Irony is one of Poe's many stylistic triumphs in his body of works. This story is no exception.
Your first example of Fortunato's toast to the dead is ironic because of the nature and tradition of toasts. People make toasts to celebrate happy occassions such as marriages, birthdays, graduations and promotions. They are made to give encouragement and to wish luck upon very living recipients. The dead do not have any use for luck or for encouragement. The only two living people there are Fortunato, who will soon be joining the dead, and Montressor, who will be killing him.
The second example is the pride of the knowledge Fortunato has of good wine. The rare cask draws him toward his death. It is his own pride in wanting to see this rare gem, or perhaps to prove Montressor wrong, that lures him to his doom. Pride is a classic tragic flaw which has caused the downfall of great men in literature and in life.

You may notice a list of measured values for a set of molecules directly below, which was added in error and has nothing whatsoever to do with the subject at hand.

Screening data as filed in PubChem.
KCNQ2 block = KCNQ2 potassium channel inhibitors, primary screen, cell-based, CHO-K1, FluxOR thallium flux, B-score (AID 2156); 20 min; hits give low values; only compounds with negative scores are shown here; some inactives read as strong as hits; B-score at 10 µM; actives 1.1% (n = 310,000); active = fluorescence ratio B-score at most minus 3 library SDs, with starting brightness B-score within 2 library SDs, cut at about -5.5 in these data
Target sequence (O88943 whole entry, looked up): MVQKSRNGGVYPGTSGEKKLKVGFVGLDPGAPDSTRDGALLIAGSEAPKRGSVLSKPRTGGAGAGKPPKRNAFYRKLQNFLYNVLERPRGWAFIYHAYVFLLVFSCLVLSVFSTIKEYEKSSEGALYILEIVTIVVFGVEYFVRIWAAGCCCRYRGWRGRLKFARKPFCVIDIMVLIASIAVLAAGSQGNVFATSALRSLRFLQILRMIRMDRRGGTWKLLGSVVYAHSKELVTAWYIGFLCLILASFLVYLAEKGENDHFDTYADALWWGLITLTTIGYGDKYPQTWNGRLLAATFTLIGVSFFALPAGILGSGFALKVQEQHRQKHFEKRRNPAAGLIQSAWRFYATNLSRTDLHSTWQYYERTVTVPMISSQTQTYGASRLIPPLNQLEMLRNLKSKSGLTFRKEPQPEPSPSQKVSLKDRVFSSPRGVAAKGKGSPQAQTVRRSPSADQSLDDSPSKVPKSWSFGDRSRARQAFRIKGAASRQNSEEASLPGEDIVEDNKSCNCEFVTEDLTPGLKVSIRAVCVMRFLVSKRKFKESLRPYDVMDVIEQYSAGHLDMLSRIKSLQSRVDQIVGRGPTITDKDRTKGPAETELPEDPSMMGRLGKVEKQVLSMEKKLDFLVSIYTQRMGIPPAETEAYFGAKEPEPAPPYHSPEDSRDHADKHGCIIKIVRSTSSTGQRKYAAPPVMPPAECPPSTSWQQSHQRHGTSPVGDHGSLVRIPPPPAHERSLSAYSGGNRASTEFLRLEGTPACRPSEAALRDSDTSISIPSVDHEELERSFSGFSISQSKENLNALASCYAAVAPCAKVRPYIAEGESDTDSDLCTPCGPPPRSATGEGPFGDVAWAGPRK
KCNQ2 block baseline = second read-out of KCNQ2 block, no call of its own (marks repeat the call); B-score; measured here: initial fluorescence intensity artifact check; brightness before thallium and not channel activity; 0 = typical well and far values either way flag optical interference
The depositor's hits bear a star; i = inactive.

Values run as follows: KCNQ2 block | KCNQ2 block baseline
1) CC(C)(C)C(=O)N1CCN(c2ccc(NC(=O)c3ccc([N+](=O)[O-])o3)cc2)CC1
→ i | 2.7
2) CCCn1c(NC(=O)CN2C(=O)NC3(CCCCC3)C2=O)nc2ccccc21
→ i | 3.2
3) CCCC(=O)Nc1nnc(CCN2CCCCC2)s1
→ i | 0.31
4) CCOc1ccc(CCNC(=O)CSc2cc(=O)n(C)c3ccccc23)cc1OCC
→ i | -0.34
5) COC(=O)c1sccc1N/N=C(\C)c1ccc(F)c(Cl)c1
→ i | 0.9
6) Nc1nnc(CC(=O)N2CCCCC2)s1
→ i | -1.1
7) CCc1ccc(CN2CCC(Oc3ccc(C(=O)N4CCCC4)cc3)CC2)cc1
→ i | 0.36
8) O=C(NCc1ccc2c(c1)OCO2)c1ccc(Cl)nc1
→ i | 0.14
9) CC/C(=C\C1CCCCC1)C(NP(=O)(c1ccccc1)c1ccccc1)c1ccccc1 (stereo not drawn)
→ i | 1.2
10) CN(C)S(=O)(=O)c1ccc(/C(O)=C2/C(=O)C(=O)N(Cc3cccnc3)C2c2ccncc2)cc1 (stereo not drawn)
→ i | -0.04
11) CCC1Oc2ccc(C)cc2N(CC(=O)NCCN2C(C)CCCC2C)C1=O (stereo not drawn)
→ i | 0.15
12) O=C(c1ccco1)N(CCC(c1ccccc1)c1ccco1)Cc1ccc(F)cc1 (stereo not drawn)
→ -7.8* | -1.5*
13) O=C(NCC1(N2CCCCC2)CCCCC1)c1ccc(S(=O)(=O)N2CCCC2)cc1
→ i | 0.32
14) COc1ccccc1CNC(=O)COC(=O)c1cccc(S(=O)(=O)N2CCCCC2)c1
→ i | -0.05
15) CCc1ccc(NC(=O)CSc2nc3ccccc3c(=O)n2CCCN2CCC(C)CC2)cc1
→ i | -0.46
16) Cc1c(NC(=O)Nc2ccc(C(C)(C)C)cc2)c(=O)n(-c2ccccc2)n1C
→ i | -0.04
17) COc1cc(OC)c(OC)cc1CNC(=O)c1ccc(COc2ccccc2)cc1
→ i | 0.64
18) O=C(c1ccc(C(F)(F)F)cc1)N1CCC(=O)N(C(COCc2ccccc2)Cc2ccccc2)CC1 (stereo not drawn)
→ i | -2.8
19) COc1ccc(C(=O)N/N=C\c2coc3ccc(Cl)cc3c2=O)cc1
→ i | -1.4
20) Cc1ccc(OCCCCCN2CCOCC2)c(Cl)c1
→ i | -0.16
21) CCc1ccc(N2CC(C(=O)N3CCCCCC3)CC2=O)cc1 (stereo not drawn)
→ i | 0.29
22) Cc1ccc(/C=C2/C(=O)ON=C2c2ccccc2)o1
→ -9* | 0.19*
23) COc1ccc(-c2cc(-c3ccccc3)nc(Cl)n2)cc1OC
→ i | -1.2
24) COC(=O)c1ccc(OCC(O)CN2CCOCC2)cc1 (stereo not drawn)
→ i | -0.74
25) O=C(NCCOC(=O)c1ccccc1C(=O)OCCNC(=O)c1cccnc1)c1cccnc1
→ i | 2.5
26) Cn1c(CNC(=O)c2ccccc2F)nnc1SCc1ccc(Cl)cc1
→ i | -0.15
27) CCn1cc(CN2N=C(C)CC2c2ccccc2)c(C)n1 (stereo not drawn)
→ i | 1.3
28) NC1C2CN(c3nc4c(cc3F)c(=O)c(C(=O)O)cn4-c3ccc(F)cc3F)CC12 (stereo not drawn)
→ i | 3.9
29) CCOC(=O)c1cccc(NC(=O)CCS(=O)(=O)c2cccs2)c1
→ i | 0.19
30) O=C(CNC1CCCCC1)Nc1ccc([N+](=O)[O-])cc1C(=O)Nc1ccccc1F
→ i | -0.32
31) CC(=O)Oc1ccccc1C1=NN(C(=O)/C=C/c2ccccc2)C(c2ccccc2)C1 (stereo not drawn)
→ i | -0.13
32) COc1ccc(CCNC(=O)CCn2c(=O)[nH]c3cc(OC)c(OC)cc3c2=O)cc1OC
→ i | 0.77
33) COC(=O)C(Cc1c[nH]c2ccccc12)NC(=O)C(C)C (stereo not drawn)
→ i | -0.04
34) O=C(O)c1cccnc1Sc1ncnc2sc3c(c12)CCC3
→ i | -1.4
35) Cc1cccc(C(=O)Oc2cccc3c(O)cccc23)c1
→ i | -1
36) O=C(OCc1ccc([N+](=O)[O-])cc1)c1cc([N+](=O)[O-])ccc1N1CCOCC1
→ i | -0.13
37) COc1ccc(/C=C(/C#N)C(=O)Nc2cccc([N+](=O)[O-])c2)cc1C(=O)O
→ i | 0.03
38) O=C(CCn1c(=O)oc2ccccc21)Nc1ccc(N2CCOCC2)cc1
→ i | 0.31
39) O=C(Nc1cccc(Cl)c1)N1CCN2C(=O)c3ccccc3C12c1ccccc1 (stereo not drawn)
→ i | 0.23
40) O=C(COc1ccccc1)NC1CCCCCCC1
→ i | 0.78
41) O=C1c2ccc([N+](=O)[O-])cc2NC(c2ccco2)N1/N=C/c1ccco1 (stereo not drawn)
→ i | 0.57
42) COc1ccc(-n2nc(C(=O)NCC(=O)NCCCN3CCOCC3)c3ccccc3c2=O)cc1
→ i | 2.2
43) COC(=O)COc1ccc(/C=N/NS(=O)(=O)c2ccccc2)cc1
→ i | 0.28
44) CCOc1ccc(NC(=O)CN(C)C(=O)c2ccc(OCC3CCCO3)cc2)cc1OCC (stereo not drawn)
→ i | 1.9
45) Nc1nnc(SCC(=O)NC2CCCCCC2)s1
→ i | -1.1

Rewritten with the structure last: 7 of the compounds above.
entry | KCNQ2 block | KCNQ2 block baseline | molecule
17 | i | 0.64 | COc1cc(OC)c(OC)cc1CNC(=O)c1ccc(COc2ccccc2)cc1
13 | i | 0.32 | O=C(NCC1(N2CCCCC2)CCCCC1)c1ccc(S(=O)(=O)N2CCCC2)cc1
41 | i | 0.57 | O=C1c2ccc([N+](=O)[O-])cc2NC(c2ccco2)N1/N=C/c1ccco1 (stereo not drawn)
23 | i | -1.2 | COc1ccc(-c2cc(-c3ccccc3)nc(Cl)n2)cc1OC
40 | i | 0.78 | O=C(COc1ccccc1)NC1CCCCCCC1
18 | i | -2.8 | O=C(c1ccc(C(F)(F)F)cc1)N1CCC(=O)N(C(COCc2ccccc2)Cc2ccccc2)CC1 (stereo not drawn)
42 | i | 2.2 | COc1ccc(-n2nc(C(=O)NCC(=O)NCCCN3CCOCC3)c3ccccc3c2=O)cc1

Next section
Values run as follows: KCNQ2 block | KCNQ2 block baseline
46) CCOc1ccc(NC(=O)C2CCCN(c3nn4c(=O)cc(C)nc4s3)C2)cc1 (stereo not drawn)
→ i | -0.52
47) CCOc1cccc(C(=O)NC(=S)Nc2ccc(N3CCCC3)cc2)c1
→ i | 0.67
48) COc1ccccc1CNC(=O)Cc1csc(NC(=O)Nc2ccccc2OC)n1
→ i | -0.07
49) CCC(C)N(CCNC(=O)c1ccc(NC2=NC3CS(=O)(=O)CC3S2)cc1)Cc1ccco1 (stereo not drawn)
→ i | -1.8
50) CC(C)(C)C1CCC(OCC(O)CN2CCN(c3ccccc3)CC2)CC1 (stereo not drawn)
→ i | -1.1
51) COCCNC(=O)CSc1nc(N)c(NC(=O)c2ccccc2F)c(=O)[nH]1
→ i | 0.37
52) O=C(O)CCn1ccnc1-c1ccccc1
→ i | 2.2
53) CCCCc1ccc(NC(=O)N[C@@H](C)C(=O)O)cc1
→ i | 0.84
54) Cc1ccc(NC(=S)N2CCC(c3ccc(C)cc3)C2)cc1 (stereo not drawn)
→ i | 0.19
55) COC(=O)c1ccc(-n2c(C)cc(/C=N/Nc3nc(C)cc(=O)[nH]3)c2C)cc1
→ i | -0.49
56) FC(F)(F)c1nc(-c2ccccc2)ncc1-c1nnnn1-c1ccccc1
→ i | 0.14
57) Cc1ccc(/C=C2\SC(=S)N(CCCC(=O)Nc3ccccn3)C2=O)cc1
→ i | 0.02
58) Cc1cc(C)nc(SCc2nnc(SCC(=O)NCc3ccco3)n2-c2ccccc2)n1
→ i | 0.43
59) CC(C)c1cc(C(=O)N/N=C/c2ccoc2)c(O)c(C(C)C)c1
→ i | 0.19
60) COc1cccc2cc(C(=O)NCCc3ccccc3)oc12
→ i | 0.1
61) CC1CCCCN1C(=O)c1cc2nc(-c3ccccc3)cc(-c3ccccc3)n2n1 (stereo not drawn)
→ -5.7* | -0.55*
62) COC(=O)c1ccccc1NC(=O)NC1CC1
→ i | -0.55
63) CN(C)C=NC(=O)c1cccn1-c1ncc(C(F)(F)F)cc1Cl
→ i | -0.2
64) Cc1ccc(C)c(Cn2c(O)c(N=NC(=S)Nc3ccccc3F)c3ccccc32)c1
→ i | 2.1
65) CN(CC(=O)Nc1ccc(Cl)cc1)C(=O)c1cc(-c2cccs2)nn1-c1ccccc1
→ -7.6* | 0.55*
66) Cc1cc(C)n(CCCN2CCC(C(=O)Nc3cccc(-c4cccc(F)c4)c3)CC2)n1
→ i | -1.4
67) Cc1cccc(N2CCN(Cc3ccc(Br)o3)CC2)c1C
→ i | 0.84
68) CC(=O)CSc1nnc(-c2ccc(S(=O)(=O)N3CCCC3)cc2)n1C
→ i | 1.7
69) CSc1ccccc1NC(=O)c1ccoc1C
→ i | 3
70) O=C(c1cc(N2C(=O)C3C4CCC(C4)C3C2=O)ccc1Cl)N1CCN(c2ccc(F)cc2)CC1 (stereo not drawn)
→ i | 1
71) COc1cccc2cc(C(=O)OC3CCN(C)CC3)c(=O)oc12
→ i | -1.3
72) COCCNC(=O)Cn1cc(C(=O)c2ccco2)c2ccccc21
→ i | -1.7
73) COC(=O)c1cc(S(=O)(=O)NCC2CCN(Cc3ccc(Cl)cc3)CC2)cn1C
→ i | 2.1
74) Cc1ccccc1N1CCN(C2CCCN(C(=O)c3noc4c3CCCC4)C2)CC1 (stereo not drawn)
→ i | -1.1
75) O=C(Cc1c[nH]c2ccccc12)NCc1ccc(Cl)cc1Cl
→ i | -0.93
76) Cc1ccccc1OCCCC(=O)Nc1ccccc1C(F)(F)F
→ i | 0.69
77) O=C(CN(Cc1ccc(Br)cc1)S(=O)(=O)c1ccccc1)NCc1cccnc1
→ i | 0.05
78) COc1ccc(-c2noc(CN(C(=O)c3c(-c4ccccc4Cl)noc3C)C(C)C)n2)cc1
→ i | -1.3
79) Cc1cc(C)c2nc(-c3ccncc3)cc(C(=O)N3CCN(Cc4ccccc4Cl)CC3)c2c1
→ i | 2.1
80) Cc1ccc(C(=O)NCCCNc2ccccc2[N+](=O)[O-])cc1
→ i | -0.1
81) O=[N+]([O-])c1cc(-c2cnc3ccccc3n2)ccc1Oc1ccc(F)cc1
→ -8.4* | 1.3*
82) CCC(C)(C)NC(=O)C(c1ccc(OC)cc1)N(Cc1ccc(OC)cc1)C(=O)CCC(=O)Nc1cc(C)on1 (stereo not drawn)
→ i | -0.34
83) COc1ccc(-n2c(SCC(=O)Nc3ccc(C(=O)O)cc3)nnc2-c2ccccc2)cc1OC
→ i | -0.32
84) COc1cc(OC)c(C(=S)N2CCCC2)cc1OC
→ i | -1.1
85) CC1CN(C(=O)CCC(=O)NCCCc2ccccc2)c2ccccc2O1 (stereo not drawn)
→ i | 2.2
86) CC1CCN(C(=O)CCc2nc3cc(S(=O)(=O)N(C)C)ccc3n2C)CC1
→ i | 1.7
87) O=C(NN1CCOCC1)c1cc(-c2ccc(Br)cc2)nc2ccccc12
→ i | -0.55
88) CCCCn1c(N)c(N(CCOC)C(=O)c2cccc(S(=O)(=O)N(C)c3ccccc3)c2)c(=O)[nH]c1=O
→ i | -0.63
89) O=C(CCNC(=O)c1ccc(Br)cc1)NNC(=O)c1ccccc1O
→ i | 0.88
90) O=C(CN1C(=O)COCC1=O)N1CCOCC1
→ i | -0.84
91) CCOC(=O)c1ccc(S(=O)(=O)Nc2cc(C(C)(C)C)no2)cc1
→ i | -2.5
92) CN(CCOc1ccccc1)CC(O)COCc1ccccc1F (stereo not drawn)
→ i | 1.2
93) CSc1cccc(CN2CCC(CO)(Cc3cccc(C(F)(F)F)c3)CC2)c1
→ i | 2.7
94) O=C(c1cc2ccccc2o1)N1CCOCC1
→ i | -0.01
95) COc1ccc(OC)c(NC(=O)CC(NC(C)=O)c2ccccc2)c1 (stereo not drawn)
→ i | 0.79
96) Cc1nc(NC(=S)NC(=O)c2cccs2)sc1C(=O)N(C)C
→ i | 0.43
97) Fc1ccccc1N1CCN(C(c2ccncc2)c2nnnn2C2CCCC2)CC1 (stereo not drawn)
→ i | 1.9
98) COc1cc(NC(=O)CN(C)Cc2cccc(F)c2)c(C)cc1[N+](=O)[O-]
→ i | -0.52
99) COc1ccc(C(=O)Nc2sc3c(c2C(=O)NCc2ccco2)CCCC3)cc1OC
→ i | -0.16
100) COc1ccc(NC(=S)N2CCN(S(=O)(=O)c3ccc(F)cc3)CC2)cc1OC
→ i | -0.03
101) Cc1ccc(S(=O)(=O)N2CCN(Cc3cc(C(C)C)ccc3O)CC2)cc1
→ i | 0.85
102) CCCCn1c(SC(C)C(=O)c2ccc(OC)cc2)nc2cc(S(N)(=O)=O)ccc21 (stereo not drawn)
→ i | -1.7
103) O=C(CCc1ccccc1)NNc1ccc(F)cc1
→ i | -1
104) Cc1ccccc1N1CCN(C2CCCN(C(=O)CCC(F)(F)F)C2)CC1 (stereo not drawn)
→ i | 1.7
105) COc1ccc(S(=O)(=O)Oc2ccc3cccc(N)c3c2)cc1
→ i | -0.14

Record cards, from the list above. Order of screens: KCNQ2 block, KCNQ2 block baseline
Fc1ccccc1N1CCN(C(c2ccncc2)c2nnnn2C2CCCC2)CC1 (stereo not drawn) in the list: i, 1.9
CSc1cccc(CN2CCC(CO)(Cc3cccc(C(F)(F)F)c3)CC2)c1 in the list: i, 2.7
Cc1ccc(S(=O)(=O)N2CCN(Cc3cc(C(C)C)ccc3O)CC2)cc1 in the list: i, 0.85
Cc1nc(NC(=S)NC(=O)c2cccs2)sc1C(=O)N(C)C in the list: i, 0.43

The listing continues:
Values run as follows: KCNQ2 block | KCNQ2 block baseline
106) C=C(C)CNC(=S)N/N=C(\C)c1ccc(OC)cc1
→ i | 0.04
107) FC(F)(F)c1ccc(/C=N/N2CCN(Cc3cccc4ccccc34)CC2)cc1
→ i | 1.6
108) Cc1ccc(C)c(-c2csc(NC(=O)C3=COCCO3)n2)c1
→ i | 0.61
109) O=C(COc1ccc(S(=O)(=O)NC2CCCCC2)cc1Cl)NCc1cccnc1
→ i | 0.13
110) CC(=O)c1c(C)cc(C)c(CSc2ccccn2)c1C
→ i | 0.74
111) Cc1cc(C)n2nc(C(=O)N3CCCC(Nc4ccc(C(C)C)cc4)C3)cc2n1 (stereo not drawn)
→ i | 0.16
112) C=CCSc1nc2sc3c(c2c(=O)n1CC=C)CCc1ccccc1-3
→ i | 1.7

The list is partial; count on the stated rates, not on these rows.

"May he rest in peace" are the words of Montressor as he is concluding his tale of revenge to an unknown audience. He shows no remorse at the cruel death he has inflicted upon Fortunato and utters these words knowing that Fortunato will NOT be resting in peace. In fact, he will be dying a very slow and frightening death cemented alive in the walls.
Some examples of irony in the story are Fortunato and Montressor's name, Montressor's coat of arms, and "I shall not die of a cough".